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Phenotype: Hereditary nasal parakeratosis affects specialized cells of the nose, resulting in the formation of a crust with cracks over the nasal area of young dogs. Affected dogs are otherwise healthy, although leaked fluid tends to accumulate in the cracks.
Mode of Inheritance: Autosomal recessive
Alleles: N = Normal, H = Hereditary nasal parakeratosis
Breeds appropriate for testing: Labrador Retriever, Labradoodle, Australian Labradoodle, other Labrador crosses
Explanation of Results:
- Dogs with N/N genotype will not have hereditary nasal parakeratosis and cannot transmit this hereditary nasal parakeratosis variant to their offspring.
- Dogs with N/H genotype will not have hereditary nasal parakeratosis, but are carriers. They will transmit this hereditary nasal parakeratosis variant to 50% of their offspring. Matings between two carriers are predicted to produce 25% hereditary nasal parakeratosis-affected puppies.
- Dogs with H/H genotype will have hereditary nasal parakeratosis and will transmit this hereditary nasal parakeratosis variant to all of their offspring.
Results of this test can be submitted to the OFA (Orthopedic Foundation for Animals)
Labrador Retriever Health Panel 1
$165 per animal
Labrador Retriever Health Panel 2
$180 per animal
Hereditary nasal parakeratosis (HNPK) is a genetic defect caused by a mutation in a gene that regulates differentiation of nose skin cells. The mutation affects specialized cells of the nose resulting in the formation of a crust with cracks over the nasal area of young dogs. Affected dogs are otherwise healthy, although leaked fluid tends to accumulate in the cracks.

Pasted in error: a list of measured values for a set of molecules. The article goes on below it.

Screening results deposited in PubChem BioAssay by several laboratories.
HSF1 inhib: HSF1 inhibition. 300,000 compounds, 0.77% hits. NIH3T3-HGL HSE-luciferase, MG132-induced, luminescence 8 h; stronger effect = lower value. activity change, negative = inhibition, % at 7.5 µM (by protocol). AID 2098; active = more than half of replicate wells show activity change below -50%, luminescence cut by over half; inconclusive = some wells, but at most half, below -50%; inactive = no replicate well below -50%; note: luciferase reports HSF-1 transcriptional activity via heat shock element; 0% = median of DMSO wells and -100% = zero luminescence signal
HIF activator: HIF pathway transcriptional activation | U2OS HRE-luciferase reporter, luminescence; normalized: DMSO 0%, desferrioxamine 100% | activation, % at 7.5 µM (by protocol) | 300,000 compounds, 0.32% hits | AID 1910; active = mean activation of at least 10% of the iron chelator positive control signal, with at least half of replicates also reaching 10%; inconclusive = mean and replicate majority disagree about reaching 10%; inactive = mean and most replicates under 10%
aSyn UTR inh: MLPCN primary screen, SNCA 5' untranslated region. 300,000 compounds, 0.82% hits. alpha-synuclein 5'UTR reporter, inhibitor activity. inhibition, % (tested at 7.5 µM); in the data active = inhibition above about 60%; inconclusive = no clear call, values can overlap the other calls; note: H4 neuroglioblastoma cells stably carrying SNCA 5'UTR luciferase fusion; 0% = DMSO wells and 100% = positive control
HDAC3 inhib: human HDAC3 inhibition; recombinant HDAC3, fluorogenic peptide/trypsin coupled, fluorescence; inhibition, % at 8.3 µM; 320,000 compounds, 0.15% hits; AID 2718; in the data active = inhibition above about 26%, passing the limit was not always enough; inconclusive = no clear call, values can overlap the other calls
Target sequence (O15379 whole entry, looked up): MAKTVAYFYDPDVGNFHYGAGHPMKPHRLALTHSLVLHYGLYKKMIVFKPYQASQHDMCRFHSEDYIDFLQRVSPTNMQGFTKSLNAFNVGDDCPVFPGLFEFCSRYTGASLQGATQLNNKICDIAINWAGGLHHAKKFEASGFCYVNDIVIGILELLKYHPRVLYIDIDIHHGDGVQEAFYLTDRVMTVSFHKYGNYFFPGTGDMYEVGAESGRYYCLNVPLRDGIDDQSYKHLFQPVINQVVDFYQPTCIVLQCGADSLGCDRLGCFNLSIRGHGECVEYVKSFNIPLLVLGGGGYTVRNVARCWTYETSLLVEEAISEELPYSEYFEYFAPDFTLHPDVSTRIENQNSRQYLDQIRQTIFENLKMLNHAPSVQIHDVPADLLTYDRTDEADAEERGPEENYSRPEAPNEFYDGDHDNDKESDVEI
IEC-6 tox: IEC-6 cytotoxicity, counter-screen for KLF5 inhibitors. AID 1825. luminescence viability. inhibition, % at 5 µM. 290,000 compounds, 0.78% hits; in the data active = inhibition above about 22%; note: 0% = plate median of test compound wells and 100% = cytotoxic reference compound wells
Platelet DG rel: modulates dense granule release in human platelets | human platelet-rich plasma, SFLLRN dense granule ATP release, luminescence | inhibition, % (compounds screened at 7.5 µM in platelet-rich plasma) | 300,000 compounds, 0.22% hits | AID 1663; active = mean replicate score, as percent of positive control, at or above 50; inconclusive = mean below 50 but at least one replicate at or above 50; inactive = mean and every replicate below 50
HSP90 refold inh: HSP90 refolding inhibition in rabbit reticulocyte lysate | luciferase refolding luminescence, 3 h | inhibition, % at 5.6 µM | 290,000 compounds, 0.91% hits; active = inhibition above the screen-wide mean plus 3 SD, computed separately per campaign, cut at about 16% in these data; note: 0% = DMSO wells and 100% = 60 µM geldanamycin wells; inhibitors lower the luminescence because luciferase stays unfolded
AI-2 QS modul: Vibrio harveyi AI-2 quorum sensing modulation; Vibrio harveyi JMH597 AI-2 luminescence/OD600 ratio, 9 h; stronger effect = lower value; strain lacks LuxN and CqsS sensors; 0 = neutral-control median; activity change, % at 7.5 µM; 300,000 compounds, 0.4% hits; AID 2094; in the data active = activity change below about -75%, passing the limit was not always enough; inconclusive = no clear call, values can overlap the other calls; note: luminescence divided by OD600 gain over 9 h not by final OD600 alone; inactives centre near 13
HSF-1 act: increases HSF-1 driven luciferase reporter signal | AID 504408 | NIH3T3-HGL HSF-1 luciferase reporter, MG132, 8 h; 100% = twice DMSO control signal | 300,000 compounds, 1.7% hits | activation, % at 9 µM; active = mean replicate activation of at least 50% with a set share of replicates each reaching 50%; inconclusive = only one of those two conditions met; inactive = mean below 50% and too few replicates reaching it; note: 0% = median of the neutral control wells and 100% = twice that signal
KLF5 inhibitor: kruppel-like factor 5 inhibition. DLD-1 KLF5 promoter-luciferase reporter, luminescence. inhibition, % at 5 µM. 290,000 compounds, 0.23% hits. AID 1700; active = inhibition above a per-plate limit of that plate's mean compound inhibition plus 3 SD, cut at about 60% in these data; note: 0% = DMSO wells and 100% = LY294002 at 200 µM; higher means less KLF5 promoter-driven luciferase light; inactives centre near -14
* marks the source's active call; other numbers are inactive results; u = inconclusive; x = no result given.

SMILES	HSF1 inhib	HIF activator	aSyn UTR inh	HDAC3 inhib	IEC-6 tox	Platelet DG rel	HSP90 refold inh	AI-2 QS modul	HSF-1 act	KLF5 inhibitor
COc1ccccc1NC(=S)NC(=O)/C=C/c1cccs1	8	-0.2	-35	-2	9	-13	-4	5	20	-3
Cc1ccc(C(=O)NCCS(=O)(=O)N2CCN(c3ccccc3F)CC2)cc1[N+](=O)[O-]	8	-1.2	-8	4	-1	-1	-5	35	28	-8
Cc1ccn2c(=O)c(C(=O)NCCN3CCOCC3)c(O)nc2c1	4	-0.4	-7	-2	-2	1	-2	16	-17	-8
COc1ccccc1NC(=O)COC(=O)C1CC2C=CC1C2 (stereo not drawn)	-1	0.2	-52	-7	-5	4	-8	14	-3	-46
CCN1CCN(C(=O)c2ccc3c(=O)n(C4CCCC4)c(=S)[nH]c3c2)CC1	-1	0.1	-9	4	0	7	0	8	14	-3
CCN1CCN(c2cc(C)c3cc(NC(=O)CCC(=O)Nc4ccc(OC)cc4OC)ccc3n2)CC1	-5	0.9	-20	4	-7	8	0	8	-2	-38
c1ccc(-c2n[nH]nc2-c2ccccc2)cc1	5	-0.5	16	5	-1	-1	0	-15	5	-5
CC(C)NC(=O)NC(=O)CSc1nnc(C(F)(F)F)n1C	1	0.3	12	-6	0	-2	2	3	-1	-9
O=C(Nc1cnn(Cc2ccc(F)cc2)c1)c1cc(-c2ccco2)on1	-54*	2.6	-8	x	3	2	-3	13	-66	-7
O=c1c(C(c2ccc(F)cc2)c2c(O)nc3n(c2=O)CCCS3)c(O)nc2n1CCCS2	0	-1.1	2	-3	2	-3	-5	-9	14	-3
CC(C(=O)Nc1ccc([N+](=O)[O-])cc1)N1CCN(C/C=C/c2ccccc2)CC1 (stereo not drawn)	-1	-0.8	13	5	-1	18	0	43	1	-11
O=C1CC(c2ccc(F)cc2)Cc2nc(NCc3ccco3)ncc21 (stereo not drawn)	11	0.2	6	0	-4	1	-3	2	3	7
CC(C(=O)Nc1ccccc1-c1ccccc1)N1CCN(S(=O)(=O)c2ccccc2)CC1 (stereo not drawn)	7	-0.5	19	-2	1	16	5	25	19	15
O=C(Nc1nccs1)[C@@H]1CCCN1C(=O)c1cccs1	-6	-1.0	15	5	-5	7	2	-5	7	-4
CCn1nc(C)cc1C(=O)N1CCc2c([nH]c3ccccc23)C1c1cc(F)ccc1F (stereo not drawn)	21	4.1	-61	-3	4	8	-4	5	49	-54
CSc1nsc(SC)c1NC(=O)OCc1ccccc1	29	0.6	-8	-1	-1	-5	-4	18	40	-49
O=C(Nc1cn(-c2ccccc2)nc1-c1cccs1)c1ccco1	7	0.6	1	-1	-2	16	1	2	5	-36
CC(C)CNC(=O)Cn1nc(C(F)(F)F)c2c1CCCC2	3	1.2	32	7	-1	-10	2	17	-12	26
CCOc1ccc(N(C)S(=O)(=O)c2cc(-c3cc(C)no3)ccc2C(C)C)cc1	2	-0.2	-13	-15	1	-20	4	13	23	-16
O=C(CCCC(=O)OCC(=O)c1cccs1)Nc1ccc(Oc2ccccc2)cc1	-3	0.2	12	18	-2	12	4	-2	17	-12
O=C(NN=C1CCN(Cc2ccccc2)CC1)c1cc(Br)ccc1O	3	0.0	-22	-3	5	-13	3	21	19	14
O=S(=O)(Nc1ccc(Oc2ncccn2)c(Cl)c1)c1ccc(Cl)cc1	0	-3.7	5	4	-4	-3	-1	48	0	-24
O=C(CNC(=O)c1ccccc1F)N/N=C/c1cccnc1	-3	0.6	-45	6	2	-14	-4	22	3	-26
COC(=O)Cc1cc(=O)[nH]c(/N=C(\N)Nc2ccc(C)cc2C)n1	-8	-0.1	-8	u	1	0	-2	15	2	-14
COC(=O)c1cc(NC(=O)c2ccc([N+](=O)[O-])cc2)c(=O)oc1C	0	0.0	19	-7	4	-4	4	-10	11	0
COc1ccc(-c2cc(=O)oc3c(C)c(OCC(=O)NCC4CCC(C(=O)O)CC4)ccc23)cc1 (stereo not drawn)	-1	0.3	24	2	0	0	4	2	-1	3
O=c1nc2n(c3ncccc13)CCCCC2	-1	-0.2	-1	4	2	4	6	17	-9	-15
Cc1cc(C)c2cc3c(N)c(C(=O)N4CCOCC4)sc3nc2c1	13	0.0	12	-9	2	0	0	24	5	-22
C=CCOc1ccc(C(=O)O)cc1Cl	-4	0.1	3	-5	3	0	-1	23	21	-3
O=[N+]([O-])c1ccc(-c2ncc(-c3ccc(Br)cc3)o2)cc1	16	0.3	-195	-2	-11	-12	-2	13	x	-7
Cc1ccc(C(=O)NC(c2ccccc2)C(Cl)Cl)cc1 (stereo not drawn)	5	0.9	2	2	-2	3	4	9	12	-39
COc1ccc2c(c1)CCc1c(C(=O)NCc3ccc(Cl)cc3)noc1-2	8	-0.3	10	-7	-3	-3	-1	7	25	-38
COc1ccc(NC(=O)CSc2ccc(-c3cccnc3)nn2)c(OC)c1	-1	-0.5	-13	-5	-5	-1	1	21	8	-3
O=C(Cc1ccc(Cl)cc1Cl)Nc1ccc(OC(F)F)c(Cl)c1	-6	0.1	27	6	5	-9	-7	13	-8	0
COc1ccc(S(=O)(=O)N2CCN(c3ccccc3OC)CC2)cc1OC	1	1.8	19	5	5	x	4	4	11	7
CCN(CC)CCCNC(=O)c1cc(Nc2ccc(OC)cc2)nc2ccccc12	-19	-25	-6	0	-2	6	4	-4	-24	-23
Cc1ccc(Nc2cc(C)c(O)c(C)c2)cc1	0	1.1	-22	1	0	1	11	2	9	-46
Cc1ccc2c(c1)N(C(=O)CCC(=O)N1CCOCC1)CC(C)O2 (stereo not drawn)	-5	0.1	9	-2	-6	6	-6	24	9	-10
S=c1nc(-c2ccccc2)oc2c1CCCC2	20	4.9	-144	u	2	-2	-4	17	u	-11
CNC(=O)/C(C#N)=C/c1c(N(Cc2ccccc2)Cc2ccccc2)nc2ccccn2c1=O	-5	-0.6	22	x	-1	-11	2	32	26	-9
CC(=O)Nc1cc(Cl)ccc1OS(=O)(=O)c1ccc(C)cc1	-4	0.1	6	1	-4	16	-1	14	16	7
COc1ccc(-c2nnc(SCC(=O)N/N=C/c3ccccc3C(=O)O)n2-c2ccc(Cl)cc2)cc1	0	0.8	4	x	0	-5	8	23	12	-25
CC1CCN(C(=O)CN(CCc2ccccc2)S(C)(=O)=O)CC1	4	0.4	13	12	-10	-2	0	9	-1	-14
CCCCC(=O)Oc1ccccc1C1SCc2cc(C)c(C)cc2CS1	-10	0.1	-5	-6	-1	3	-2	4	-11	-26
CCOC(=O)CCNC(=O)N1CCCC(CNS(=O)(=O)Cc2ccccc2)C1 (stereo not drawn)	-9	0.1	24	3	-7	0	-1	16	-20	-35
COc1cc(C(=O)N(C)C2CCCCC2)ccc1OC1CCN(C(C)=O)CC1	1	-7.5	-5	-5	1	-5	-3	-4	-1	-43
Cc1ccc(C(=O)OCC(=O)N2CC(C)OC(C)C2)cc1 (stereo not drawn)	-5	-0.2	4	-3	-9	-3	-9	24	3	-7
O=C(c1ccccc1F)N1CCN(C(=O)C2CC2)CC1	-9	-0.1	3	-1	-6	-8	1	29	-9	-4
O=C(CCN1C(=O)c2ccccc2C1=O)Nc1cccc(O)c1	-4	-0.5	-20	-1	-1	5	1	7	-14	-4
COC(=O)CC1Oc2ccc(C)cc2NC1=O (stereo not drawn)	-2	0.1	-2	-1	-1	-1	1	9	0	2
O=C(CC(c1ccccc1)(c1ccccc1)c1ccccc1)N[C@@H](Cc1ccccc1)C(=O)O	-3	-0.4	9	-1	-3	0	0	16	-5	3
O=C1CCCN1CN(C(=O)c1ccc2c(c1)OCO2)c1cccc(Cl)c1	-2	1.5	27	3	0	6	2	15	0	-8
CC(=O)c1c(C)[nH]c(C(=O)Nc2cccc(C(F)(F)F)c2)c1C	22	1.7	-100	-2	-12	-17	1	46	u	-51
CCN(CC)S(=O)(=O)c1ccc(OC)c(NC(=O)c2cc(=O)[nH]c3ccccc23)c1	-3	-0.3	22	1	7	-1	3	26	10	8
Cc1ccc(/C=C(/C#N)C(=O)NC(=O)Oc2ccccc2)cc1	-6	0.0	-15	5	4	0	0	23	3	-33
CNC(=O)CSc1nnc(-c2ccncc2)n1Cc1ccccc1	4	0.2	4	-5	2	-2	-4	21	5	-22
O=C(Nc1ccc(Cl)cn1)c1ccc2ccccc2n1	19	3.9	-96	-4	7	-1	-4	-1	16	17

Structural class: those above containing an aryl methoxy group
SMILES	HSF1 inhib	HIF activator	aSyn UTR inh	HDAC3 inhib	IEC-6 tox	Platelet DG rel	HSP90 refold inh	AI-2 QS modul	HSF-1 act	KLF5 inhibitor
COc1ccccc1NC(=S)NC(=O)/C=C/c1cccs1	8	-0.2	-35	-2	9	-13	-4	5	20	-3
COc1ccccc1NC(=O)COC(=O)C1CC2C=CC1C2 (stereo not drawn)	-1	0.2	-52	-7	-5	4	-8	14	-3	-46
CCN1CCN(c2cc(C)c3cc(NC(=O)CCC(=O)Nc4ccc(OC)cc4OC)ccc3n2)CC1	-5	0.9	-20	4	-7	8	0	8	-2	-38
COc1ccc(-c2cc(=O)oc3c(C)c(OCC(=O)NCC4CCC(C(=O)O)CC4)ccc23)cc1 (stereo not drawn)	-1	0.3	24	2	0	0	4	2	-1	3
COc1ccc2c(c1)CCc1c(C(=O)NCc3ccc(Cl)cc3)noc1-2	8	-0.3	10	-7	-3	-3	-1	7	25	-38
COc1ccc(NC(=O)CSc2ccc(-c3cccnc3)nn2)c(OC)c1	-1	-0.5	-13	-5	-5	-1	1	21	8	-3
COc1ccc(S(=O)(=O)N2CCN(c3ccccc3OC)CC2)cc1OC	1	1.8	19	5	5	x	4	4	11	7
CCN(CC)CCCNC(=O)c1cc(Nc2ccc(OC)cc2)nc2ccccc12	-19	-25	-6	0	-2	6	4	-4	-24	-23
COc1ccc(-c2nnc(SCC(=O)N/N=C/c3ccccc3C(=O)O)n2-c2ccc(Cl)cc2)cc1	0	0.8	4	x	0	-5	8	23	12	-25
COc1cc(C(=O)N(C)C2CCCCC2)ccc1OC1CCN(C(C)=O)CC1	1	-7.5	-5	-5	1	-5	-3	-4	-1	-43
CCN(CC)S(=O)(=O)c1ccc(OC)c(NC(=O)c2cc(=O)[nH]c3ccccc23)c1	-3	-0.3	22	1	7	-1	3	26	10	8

HNPK is inherited in an autosomal recessive fashion with males and females being equally affected. Dogs with one normal and one affected gene (carriers) show no signs of the disease. Carrier dogs will pass on the affected gene to 50% of their offspring.
Genetic testing for the HNPK mutation is recommended for Labrador Retrievers. Labradoodles and other crosses with Labrador Retriever content may also be at risk. The test assists veterinarians with diagnosis of HNPK and helps breeders to identify carriers to avoid breeding these together. Mating of carriers is expected to produce 25% of affected puppies.
|Test Result||Hereditary Nasal Parakeratosis|
|N/N||No copies of the HNPK mutation detected. Dog is normal.|
|N/H||1 copy of HNPK mutation detected. Dog is a carrier and unaffected. If bred to another carrier, 25% of offspring are predicted to be affected.|
|H/H||2 copies of HNPK mutation detected. Dog has or will develop nasal parakeratosis.|
Jagannathan, V., Bannoehr, J., Plattet, P., Hauswirth, R., Drögemüller, C., Drögemüller, M., Wiener, D.J., Doherr, M.G., Owczarek-Lipska, M., Galichet, A., Welle, M.M., Tengvall, K., Bergvall, K.E., Lohi, H.T., Rüfenacht, S., Linek, M., Paradis, M.R., Müller, E.J., Roosje, P., & Leeb, T. (2013). A mutation in the SUV39H2 gene in Labrador Retrievers with hereditary nasal parakeratosis (HNPK) provides insights into the epigenetics of keratinocyte differentiation. PLoS Genetics. Oct 9(10) e1003848. doi: 10.1371/journal.pgen.1003848